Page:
Over the past several years, I've had a chance to participate in hackathons, as part of teams that developed a social payment app and helped users decide meals to cook. But it wasn't until last month that I got to experience a hackathon from the other side, as a judge.
The event was the Women Who Code Silicon Valley Hackathon 2018, which took place on September 29 at Google headquarters. Cloudinary, along with Flutter and Pluralsight, sponsored the hackathon, which required participants to use the Flutter platform as the basis of their projects.
When one of my colleagues - who is active in Women Who Code – had a conflict that prevented her from attending, she asked me to step in for her. I was excited because this was the first time I've had the opportunity to do something like this, and was looking forward to watching participants create interesting projects from scratch, then present them to us.
The hackathon kicked off around 8 a.m. I got there later in the day for the judge's meeting, where we talked about the criteria we would use to evaluate each of the projects. Not long after that the project presentations started. There were so many interesting ideas - from apps that helped you remember to water your plants and connect volunteers to organizations needing help, to others for dating and finding music that fits the users’ moods based on a photo of their face.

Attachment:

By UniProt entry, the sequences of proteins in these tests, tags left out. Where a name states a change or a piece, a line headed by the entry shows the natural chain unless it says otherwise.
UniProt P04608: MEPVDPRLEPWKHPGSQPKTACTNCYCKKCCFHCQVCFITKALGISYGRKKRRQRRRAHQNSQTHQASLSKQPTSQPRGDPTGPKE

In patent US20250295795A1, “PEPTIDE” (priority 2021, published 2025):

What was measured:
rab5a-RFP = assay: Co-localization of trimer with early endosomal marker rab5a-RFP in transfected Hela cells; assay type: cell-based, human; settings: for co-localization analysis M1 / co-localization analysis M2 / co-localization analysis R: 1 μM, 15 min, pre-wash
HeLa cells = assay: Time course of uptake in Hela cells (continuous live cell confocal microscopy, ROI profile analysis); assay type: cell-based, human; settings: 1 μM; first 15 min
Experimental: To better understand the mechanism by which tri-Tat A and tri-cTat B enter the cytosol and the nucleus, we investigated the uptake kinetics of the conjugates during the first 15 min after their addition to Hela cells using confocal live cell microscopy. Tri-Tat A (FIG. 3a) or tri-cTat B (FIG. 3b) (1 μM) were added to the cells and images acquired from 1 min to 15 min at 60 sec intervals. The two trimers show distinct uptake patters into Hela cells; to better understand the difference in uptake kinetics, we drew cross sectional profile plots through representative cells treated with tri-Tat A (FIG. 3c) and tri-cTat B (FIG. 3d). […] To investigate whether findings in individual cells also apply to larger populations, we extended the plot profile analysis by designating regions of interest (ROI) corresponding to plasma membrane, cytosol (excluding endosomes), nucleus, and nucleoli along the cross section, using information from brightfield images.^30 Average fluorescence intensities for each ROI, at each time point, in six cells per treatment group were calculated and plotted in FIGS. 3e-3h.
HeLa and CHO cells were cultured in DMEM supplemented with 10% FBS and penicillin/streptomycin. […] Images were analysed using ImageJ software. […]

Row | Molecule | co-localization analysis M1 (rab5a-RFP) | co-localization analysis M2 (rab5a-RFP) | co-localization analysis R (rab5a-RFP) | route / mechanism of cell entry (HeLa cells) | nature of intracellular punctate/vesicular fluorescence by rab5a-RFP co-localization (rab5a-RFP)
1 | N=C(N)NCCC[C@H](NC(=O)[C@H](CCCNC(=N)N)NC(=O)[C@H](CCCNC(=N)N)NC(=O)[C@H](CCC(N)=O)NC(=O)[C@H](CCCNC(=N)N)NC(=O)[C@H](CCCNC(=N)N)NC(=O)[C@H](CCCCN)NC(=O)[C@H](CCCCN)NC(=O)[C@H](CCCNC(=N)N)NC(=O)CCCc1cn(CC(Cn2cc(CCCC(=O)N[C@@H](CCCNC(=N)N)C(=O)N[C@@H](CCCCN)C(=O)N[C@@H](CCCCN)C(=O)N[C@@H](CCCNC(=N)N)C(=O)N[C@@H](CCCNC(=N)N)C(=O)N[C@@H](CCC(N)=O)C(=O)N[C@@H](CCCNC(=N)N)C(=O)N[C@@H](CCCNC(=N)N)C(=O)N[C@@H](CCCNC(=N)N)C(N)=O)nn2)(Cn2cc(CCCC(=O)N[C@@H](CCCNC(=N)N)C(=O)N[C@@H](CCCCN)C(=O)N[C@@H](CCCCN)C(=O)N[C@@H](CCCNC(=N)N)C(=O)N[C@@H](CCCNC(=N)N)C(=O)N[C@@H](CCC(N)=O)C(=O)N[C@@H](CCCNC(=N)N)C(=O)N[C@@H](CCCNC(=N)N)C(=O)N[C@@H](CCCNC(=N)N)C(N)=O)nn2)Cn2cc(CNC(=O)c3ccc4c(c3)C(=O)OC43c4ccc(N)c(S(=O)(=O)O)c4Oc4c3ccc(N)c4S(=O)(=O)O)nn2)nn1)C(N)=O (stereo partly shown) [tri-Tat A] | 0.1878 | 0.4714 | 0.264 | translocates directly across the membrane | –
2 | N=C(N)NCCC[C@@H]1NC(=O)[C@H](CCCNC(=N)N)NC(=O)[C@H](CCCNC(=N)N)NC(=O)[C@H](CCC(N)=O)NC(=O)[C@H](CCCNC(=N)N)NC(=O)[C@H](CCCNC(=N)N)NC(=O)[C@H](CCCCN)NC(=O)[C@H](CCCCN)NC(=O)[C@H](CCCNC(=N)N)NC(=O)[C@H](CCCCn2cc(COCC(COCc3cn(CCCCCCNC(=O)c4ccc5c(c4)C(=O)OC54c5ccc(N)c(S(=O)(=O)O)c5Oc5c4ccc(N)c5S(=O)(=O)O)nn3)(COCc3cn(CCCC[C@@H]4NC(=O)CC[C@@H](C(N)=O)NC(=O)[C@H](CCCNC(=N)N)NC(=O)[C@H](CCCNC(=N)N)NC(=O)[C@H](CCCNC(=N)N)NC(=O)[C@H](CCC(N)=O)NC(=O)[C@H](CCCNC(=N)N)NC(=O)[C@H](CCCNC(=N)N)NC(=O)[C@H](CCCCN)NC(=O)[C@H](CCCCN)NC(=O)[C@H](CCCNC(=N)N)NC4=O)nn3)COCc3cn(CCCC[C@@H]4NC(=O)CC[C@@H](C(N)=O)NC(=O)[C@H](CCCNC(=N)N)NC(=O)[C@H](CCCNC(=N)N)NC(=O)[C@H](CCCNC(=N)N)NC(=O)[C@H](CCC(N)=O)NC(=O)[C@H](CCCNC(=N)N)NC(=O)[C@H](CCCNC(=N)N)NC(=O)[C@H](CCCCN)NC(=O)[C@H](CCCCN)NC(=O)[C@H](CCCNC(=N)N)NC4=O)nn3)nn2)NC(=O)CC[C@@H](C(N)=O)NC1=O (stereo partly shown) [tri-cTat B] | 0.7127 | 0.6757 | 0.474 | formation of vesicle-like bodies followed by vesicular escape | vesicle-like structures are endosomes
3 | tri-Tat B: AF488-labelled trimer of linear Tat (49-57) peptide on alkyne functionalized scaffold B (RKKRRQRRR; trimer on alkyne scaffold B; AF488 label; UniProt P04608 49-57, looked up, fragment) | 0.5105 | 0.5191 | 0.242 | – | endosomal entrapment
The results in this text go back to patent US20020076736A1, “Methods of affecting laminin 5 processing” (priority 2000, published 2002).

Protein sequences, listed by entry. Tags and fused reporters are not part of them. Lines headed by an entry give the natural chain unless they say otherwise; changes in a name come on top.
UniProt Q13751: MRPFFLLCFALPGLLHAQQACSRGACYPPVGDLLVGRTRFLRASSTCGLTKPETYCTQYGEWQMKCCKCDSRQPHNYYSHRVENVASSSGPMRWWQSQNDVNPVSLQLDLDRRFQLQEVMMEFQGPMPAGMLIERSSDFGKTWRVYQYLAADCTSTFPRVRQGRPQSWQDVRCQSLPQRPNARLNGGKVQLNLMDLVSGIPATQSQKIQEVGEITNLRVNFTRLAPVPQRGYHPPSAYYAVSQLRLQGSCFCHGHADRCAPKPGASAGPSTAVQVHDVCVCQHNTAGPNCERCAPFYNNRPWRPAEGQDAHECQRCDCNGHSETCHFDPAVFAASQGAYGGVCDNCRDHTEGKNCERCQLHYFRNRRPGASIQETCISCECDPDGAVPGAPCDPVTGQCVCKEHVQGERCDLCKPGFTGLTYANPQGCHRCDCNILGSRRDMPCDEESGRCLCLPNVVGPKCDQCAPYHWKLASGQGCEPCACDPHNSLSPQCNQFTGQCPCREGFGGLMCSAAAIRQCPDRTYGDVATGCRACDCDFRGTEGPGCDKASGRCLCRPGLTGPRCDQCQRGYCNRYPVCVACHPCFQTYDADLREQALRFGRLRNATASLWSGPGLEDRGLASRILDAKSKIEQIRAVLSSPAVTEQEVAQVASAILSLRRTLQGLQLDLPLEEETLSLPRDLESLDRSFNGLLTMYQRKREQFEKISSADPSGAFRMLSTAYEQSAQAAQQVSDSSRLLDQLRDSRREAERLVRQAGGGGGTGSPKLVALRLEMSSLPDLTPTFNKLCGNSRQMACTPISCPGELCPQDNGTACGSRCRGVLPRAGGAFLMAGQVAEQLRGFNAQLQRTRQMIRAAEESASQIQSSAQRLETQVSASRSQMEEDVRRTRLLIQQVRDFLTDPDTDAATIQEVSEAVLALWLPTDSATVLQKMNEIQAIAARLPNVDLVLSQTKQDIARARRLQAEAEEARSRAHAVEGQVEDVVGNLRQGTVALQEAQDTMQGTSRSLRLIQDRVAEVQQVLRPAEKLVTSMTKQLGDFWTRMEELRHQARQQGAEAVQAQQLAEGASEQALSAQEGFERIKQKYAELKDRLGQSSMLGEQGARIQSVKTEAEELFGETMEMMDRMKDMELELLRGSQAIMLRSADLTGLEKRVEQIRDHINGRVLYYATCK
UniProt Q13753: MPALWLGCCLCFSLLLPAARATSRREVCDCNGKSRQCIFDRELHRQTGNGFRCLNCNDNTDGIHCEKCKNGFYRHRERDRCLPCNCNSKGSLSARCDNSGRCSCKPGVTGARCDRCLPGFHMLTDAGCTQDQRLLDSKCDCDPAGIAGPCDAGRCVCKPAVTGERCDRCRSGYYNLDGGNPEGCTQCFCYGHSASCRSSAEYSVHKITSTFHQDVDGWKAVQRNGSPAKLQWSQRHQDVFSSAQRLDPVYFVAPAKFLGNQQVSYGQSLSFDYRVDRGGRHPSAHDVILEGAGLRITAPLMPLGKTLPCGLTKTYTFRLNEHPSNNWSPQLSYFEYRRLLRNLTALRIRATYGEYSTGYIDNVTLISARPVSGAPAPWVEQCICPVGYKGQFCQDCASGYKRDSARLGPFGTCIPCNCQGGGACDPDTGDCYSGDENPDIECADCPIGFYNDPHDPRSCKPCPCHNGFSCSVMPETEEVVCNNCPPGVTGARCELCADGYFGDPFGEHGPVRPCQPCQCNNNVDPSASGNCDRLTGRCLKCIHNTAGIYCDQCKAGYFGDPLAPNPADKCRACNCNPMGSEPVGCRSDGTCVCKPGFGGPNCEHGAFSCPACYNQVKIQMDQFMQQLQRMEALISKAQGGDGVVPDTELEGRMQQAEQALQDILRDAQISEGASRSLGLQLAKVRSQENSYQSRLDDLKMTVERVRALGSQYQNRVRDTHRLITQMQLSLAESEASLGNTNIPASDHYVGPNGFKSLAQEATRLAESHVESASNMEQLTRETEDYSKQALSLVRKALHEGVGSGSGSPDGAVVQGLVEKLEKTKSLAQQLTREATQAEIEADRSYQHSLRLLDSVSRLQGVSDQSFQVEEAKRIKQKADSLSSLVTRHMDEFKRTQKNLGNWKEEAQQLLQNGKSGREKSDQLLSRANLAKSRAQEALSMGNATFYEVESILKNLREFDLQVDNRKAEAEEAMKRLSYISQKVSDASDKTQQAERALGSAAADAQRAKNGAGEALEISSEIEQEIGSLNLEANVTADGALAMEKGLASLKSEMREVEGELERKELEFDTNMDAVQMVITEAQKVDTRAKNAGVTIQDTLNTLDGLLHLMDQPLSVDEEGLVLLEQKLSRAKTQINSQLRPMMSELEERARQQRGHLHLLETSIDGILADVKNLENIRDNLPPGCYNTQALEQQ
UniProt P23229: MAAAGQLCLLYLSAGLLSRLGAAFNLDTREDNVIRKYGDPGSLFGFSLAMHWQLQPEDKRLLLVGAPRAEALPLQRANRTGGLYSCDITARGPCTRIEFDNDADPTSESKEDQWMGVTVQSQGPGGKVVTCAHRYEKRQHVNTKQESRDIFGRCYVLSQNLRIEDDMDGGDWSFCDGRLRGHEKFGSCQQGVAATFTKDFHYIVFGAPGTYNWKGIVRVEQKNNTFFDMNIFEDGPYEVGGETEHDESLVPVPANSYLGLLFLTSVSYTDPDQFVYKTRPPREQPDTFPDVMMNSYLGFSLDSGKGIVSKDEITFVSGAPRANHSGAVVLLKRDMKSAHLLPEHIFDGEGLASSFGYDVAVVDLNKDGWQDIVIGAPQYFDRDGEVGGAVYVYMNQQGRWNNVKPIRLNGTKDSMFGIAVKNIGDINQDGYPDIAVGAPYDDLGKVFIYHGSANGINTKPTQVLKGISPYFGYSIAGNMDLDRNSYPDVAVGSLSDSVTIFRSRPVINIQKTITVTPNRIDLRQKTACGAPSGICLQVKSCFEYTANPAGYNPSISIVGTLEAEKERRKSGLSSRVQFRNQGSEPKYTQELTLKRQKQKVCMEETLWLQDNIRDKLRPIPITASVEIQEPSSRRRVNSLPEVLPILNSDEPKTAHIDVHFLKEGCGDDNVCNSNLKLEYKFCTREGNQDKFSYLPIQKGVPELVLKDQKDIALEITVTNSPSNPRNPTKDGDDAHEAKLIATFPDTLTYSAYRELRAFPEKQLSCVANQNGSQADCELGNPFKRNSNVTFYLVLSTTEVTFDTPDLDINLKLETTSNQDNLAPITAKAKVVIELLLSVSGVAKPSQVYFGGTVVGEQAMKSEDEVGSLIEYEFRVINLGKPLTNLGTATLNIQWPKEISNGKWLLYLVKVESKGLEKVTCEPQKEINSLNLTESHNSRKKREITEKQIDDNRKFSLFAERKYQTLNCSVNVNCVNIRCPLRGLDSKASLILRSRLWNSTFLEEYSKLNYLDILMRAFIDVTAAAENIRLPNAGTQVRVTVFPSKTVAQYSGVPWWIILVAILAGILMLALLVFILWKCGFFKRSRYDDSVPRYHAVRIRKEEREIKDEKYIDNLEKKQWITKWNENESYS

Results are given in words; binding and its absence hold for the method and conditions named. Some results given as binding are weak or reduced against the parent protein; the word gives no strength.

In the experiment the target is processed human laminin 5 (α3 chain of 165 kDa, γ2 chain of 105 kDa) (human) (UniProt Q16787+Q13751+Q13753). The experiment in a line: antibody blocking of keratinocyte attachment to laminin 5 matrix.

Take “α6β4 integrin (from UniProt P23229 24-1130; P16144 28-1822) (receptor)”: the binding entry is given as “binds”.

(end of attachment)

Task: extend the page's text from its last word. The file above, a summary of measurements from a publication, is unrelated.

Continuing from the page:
I anticipated it would be hard for the judges - who were a mix of project manager and developers - to agree on the top projects. But to my surprise, we all quickly agreed which ones rose to the top - they just stood out, based on their use of Flutter, the design and the technicality.
The winning projects were:
1st Place - Team Acorn.
2nd Place - Memage.
3rd place - SayCheese.
Honorable Mention - Team Happy Hour.
The four top teams were awarded some cool swag – Google Home Max, Google Home, and Google Home Mini devices.
Being a judge, and watching the process from a different perspective was fun and inspiring. It was an honor to see the great ideas and meet the teams who developed them. More importantly, it motivated me to participate in more hackathons to learn about new technologies while exploring my creativity.